In brief

In brief

  • The pandemic demonstrated that new ways of operating chemical plants and assets are feasible using existing technology at chemical companies.
  • Significant improvements are possible with digitally driven transformation, potentially eliminating 80% of the workload of today’s asset operations.
  • The main barrier to digital transformation in operations lies largely in the implementation and rollout of new systems and processes in plants.
  • A structured, programmatic approach will be critical to avoiding the ongoing fragmentation of systems, processes and effort.

For chemical companies, COVID-19 has presented a range of challenges. But it has also shown that new and efficient ways of operating plants and assets are possible—and highlighted the need to use technology to further improve operations in the future.

As they plan for that future, chemical companies should focus technology initiatives on three key activities:

  1. Fully leveraging today’s technology to support new ways of working
  2. Expanding the use of analytics and artificial intelligence to more effectively use their operational data
  3. Building out the automation of processes in plants

However, the wide variety of systems used in different plants presents a key challenge to technology initiatives. Companies need to take a differentiated approach to each plant, rather than simply push forward across the board with one-size-fits-all efforts. To do so, they need to find the “sweet spots” for investing in improvements—areas where changes are likely to create the most value for the money in each plant.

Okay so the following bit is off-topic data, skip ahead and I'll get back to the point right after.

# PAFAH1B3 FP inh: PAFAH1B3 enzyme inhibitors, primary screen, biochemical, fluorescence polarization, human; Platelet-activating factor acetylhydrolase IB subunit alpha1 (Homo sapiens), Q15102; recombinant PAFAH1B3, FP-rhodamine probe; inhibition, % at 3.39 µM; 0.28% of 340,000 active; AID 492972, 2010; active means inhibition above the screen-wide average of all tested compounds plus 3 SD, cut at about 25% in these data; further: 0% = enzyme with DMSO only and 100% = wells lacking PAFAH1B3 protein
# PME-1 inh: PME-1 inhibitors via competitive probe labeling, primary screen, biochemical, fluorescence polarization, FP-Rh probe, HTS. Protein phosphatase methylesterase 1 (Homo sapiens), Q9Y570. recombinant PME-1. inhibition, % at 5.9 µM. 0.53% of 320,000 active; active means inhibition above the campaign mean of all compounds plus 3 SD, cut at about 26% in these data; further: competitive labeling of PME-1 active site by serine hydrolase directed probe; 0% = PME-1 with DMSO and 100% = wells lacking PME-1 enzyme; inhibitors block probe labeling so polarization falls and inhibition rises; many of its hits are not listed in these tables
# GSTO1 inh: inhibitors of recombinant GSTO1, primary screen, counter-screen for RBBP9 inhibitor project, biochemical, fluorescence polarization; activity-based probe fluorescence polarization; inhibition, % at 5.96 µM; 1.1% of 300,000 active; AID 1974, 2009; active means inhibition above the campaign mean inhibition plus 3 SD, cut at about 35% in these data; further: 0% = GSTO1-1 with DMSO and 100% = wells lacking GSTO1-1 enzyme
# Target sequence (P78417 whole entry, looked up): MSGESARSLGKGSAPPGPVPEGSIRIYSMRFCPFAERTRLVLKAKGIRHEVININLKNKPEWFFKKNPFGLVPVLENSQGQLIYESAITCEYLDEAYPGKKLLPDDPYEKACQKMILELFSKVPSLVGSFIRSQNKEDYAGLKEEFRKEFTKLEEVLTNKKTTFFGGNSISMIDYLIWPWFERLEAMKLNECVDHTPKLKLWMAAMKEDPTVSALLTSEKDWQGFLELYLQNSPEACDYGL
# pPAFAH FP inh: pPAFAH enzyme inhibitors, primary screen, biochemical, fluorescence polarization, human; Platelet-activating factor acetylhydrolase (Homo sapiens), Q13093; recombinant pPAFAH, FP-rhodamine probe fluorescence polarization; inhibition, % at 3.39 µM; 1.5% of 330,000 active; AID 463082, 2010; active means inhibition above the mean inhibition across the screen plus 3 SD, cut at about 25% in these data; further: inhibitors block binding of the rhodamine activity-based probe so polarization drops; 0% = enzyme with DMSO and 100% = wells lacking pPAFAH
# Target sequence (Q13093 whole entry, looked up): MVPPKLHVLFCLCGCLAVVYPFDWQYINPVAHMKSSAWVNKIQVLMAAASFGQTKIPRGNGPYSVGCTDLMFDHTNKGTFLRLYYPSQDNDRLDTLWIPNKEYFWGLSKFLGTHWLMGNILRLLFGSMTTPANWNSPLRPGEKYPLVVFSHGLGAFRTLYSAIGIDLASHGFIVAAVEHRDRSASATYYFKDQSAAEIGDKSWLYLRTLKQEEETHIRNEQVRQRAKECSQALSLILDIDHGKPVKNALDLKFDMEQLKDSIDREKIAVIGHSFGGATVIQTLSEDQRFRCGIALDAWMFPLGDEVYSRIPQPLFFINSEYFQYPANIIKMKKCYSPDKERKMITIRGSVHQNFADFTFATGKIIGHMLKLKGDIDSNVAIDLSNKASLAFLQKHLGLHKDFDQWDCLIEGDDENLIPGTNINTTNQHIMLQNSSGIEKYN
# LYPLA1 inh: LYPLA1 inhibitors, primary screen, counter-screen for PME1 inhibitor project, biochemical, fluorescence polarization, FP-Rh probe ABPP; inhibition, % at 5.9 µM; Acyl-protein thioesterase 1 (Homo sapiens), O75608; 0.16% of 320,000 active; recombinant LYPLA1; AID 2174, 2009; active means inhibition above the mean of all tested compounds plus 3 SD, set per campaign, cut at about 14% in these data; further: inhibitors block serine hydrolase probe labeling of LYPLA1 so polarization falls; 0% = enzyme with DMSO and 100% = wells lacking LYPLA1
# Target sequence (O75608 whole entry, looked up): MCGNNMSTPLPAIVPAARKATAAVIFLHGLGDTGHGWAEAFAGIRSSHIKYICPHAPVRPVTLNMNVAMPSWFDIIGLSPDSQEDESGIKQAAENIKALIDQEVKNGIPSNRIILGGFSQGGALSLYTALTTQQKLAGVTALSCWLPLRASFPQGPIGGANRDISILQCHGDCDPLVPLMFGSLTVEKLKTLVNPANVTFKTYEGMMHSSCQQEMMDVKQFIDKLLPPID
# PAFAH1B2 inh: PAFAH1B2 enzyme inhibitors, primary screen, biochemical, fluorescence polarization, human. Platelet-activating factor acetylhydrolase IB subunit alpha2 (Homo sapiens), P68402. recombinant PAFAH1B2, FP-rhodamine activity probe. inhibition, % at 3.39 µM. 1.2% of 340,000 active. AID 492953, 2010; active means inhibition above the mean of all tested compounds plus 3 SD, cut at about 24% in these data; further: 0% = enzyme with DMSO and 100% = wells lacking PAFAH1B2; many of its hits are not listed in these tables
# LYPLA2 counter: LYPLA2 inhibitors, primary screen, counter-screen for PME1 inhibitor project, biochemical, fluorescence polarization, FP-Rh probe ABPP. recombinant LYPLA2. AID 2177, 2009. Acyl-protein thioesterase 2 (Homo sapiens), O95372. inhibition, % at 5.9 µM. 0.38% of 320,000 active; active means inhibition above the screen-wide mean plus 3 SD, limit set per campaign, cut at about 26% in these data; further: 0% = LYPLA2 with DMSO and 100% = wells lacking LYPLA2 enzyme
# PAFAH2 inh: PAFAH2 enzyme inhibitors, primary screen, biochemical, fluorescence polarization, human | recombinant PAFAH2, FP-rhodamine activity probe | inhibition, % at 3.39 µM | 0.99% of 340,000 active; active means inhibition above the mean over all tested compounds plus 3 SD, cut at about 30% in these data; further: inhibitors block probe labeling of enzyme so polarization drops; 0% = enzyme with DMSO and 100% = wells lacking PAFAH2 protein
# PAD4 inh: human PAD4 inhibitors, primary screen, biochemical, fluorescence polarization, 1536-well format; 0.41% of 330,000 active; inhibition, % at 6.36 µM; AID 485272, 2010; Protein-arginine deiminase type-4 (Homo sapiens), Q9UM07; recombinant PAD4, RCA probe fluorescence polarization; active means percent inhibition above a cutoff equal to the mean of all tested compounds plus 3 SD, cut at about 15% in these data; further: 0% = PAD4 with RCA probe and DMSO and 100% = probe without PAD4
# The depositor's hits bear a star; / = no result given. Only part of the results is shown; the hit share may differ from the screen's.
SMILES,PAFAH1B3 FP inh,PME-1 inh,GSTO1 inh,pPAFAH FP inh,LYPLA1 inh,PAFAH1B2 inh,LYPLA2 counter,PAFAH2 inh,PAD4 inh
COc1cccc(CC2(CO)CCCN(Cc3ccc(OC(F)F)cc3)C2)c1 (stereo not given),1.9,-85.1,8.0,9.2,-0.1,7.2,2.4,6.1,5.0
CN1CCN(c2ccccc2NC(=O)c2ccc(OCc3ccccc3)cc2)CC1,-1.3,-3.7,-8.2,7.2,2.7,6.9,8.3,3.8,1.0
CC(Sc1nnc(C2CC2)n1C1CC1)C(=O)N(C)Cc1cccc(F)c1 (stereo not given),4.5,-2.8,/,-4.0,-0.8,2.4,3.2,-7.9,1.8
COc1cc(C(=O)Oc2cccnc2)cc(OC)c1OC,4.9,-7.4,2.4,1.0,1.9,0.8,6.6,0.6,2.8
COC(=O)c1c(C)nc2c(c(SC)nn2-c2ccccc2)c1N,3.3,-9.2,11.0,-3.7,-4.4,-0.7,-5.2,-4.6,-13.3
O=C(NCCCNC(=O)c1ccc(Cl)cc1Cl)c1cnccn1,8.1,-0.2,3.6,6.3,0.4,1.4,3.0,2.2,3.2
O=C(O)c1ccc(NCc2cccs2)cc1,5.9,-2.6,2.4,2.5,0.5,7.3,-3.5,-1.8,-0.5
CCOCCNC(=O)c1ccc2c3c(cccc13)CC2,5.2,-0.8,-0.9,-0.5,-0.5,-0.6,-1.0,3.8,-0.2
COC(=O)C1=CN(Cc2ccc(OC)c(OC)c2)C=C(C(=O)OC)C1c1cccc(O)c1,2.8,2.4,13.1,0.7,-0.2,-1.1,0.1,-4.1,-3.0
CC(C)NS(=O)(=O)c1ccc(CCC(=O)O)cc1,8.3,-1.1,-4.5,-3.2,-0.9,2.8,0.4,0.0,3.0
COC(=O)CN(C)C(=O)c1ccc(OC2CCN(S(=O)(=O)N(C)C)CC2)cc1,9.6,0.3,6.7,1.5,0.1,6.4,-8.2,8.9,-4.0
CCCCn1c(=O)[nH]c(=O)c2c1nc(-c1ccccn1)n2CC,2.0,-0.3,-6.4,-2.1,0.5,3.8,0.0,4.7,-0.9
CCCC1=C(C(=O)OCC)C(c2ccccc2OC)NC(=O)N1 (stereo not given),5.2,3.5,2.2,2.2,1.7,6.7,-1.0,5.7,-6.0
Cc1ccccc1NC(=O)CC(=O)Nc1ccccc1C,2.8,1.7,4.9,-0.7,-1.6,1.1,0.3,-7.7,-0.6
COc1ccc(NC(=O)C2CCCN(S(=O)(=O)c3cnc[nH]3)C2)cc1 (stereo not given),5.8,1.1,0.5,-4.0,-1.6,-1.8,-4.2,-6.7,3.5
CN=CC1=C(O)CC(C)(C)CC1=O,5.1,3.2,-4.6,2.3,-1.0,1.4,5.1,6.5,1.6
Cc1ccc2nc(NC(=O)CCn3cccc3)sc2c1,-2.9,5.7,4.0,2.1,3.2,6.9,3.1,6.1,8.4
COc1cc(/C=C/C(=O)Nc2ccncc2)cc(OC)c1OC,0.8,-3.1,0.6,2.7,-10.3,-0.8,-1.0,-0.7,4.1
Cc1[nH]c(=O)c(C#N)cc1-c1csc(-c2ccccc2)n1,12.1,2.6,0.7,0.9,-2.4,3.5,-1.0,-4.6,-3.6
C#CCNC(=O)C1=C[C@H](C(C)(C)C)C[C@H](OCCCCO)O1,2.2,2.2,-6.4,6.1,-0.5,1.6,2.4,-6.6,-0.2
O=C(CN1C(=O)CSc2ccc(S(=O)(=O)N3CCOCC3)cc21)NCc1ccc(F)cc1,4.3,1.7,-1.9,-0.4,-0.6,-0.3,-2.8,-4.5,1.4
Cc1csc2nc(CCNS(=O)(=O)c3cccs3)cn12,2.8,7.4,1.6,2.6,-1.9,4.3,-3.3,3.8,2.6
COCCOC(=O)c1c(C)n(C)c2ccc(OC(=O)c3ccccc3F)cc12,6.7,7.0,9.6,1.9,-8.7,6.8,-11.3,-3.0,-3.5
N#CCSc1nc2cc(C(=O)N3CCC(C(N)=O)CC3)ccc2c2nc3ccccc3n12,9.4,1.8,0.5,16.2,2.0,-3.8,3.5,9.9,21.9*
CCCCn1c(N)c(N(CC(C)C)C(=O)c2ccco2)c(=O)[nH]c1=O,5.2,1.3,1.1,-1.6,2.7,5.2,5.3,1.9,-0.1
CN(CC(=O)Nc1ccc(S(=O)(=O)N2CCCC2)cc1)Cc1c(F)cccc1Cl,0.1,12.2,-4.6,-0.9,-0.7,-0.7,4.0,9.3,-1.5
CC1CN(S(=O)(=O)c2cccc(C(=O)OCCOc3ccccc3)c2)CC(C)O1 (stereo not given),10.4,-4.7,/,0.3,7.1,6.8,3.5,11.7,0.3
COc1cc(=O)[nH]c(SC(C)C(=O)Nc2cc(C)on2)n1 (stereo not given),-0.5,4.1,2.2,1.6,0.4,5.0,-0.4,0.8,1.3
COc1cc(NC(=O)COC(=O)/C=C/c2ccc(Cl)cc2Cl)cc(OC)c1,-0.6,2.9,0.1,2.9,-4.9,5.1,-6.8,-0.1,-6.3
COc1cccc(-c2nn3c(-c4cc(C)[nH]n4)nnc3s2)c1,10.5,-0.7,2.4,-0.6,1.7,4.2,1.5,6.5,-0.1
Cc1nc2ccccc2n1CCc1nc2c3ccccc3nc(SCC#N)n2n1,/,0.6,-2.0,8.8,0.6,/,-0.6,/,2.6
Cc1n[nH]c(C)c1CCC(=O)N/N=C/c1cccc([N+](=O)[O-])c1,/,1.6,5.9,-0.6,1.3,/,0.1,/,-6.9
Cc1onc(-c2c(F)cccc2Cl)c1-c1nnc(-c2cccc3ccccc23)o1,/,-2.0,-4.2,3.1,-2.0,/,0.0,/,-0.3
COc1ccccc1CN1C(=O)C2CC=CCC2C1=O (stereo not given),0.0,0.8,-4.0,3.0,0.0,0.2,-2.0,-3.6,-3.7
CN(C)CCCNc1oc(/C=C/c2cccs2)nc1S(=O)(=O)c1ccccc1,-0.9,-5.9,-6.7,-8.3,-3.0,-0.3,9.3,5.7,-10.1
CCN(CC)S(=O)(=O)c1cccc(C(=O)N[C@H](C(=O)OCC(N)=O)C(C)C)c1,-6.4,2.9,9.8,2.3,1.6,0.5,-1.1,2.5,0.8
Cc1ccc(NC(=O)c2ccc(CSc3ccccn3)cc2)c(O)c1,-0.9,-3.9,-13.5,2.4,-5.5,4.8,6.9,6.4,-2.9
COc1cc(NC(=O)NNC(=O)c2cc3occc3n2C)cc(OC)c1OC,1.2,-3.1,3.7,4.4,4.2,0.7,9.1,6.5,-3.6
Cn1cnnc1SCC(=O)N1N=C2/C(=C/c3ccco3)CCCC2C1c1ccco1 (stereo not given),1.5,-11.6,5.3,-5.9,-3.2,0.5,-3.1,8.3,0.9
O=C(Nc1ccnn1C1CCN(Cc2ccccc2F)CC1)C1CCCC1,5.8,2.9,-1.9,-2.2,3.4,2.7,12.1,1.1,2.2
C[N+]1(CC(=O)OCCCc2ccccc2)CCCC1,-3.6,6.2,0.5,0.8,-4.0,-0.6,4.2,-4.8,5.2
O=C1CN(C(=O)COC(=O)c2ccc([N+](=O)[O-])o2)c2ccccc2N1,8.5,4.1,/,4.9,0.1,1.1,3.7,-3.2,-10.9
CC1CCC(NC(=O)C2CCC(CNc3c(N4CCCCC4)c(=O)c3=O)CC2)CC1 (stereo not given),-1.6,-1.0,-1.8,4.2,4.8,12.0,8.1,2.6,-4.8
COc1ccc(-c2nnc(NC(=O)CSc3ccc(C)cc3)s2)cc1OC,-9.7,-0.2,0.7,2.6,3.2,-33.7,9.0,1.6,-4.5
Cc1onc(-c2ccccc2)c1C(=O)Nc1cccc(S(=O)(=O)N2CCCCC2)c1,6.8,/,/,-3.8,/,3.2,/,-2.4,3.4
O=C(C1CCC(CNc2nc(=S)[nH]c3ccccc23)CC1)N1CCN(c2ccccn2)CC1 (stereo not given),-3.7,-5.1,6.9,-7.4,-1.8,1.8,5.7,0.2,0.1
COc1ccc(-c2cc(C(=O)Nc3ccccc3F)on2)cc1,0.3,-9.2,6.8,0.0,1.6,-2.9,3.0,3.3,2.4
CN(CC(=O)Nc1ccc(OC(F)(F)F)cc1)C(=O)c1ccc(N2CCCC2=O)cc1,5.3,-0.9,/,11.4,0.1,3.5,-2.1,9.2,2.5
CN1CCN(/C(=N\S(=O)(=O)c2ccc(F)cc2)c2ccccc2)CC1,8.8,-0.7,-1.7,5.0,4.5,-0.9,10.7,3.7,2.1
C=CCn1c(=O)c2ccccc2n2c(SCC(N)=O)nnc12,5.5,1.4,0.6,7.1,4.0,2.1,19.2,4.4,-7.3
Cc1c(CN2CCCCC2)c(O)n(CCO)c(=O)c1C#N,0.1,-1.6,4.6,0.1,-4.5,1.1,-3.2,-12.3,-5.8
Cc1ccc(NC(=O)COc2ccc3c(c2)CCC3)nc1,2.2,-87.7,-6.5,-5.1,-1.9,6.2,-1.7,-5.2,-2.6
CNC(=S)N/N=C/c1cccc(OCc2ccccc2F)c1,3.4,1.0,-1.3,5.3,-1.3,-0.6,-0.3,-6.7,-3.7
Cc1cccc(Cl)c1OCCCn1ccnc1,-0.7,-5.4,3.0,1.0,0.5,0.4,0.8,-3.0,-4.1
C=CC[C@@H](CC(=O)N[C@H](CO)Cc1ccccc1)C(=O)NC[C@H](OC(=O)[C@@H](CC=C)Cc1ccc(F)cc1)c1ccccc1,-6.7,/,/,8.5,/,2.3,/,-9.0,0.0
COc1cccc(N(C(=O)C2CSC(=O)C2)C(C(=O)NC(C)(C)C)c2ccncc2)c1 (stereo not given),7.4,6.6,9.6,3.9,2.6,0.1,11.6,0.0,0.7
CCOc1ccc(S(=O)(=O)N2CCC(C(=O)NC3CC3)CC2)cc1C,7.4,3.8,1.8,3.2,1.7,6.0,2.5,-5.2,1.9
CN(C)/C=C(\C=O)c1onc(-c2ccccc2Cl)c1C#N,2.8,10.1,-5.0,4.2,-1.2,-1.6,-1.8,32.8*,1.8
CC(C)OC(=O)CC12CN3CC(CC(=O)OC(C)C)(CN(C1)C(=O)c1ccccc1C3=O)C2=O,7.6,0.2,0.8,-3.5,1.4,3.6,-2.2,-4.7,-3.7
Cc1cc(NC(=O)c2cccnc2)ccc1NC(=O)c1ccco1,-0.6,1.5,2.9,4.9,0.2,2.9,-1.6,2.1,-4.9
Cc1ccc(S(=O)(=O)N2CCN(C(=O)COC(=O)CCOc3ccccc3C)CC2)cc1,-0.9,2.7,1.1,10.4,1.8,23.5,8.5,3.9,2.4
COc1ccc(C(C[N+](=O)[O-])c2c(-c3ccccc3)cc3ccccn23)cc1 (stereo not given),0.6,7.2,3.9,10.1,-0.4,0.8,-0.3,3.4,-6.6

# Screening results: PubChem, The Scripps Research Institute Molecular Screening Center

This can be done by weighing two key factors:

The remaining lifecycle of the plant

Helps determine what level of investment makes sense in light of the expected payback time.

The maturity of the installed automation

Helps determine the improvements that will be needed to achieve the next level of performance.

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Using an analysis combining these two factors, companies can then tailor and prioritize their transformation efforts to have the greatest impact.

At the same time, these efforts should be part of a broader programmatic approach that looks beyond the traditional fragmented technology initiatives. This will need to include the proven elements of any effective program—clear targets, sound governance, the ability to measure and track value, and so forth. But it will also need to encompass a range of key technologies, such as digital twins, predefined automation tools, data science platforms and cloud-based data lakes, among others.

Because chemical companies often have hundreds of plants and sites, this kind of structured, programmatic approach will be critical to avoiding the ongoing fragmentation of systems, processes and effort. And it will be key to taking plants to the next level of performance.

Bernd Elser

Senior Managing Director – Global Lead for Chemicals and Natural Resources


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